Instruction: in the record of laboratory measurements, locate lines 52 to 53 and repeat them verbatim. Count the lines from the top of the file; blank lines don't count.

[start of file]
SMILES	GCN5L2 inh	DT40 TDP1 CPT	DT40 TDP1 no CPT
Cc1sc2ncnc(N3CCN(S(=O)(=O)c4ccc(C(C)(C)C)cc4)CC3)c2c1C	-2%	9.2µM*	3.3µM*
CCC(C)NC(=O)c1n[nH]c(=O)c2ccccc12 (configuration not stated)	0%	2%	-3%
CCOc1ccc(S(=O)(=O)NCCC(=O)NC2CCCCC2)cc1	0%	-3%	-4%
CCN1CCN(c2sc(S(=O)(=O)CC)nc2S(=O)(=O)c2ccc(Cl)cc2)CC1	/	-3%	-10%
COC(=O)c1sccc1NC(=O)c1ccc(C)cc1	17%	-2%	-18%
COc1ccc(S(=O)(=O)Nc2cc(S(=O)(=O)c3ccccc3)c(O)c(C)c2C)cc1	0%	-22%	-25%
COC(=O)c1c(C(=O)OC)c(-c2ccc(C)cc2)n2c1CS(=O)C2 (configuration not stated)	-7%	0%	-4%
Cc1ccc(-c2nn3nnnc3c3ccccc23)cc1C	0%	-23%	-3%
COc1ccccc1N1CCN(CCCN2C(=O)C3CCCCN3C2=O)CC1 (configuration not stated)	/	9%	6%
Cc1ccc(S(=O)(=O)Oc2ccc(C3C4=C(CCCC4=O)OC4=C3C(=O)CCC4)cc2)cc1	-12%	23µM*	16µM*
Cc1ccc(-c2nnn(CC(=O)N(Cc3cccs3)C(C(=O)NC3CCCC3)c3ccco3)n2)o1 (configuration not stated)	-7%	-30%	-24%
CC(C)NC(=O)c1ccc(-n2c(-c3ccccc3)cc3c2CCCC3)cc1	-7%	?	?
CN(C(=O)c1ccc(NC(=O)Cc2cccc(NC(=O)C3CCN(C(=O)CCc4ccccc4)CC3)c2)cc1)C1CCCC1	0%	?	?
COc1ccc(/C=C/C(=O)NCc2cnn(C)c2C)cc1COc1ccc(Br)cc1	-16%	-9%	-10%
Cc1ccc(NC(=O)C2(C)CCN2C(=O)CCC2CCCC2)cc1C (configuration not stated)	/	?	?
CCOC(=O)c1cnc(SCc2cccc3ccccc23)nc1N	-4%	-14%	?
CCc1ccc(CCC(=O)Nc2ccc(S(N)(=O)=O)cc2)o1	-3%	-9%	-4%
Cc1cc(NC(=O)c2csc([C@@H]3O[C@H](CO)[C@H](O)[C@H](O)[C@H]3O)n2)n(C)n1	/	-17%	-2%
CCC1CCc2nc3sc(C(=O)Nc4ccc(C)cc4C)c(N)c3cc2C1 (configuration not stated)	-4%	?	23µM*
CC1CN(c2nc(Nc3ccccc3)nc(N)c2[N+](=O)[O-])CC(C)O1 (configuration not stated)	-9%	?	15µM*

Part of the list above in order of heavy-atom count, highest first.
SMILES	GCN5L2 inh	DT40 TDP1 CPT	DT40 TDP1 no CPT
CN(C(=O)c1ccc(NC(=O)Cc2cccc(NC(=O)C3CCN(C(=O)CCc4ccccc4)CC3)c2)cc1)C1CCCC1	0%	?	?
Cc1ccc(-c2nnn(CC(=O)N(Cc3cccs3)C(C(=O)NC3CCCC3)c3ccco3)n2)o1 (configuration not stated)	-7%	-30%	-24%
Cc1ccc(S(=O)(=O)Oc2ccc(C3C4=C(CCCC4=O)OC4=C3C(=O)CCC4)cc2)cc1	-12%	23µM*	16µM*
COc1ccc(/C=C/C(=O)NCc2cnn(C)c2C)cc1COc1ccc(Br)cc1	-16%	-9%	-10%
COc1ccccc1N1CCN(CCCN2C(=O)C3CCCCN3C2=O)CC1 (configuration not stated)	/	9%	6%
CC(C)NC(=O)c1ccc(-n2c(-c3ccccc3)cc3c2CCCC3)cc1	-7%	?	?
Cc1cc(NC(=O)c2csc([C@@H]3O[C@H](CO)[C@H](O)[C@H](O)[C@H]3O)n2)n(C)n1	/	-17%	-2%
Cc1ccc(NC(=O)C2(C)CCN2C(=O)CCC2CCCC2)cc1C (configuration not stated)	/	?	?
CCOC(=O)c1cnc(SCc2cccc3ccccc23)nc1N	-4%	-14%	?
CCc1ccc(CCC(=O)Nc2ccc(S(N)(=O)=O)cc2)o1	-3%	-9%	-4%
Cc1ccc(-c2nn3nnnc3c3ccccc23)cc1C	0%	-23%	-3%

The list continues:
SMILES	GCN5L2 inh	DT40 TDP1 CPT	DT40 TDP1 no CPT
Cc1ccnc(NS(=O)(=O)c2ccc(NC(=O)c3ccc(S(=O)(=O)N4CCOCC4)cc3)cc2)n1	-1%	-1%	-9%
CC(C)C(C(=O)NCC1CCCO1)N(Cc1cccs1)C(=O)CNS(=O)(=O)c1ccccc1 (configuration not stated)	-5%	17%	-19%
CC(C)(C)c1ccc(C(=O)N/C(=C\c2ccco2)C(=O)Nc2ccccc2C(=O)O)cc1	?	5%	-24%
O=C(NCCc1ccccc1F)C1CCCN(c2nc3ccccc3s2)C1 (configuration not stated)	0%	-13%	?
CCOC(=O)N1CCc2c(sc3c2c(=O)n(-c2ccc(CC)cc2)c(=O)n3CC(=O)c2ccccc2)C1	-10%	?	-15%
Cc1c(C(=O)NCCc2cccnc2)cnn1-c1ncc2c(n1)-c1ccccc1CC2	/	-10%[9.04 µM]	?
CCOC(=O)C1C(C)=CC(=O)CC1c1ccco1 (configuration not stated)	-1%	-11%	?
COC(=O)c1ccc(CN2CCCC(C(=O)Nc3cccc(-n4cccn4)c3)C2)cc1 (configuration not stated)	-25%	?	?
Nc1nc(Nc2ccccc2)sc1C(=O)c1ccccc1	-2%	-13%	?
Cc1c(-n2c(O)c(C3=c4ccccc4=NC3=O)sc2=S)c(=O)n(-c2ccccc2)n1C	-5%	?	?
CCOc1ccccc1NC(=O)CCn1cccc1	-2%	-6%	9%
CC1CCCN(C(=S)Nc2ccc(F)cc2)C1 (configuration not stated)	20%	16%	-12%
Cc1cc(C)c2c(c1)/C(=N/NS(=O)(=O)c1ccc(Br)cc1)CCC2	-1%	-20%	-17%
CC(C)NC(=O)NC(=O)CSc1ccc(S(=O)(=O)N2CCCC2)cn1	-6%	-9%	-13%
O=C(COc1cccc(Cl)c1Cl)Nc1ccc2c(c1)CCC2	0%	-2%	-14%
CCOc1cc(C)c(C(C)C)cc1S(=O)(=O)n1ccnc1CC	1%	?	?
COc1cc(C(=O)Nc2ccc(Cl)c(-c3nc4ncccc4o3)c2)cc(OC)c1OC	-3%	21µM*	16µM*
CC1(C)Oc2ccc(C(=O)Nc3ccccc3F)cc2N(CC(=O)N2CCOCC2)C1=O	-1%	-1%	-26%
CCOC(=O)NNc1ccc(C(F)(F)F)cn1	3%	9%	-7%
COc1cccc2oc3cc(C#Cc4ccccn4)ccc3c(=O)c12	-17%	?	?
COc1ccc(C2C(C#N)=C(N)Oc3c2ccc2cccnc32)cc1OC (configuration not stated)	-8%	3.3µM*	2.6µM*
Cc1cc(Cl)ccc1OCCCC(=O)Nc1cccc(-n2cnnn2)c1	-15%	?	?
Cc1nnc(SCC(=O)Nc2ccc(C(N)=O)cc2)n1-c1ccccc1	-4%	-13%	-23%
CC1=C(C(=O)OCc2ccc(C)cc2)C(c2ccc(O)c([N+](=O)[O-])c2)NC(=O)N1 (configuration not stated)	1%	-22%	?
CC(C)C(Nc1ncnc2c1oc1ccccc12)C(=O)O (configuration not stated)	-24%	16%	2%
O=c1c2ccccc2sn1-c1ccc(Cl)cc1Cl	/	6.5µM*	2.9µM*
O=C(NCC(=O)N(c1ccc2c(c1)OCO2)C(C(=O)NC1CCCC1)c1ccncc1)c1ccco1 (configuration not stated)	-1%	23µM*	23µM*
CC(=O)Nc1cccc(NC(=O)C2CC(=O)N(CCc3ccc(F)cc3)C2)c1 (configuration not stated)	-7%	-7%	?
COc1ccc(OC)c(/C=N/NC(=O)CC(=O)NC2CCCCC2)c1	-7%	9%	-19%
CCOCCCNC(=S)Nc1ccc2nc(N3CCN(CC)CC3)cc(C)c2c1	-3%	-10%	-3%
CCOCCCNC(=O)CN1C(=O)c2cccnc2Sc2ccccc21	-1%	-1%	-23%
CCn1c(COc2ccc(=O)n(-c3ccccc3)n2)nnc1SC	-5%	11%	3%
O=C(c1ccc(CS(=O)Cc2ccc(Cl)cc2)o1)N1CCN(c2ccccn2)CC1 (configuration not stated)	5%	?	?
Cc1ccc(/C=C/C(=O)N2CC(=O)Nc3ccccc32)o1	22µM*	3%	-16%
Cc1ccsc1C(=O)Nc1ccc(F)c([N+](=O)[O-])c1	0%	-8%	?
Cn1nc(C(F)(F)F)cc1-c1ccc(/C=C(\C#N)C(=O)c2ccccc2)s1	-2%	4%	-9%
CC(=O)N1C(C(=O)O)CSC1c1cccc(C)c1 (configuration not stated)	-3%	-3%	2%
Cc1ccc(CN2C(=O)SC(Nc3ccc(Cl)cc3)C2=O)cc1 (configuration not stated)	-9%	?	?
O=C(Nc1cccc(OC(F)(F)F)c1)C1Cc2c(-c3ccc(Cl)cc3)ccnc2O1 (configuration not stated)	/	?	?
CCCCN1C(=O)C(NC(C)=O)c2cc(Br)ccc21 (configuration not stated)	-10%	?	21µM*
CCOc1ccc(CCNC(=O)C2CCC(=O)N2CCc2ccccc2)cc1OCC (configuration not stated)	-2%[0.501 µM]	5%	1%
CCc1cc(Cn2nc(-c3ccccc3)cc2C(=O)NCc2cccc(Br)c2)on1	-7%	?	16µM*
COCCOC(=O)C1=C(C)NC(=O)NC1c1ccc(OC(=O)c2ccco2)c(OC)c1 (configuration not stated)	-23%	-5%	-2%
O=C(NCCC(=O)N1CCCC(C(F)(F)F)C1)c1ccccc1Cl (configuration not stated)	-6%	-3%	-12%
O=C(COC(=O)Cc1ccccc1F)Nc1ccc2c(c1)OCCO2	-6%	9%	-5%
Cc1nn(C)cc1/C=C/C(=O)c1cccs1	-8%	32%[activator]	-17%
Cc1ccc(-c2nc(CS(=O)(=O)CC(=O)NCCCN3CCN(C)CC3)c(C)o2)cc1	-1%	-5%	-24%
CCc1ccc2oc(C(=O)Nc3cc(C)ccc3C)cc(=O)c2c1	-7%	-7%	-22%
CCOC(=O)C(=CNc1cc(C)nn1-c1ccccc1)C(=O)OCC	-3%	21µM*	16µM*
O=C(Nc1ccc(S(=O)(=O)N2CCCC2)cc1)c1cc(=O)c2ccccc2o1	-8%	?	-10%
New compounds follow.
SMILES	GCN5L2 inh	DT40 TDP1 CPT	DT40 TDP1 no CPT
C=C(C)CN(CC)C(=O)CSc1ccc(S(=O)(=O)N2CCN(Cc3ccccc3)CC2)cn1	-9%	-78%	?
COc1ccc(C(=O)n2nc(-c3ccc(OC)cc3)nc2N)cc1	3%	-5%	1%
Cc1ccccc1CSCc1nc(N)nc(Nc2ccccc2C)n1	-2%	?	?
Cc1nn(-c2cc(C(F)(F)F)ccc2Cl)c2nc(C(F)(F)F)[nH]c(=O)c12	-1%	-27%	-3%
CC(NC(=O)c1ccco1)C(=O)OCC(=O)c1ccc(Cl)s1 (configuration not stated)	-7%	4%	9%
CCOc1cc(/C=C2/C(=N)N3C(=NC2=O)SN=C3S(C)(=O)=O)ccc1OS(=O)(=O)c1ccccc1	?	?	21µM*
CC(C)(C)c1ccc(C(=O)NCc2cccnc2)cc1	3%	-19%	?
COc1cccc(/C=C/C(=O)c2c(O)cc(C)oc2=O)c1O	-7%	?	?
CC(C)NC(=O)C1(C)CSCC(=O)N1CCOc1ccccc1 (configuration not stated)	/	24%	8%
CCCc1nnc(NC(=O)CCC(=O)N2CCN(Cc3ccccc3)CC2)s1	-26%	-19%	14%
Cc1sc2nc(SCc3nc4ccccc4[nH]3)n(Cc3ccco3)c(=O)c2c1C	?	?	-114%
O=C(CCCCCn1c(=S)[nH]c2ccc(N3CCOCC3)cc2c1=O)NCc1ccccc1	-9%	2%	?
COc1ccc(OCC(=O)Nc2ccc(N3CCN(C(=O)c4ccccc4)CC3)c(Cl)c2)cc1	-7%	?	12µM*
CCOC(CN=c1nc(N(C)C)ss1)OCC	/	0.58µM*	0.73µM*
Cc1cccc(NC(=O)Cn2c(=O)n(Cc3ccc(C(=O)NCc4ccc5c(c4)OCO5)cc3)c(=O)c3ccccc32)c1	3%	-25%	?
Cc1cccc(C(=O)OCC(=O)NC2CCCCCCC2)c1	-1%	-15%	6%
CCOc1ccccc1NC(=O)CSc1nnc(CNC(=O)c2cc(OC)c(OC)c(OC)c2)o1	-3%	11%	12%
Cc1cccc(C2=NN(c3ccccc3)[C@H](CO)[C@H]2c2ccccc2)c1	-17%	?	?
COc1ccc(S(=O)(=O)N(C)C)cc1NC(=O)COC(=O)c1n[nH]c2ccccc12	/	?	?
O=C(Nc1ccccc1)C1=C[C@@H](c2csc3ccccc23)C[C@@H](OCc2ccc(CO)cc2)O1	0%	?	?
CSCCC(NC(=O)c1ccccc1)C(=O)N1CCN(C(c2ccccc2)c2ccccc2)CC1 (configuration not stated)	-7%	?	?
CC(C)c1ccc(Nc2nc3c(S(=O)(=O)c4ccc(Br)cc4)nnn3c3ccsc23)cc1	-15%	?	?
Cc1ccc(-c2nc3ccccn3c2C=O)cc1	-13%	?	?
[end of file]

CCOc1cc(C)c(C(C)C)cc1S(=O)(=O)n1ccnc1CC	1%	?	?
COc1cc(C(=O)Nc2ccc(Cl)c(-c3nc4ncccc4o3)c2)cc(OC)c1OC	-3%	21µM*	16µM*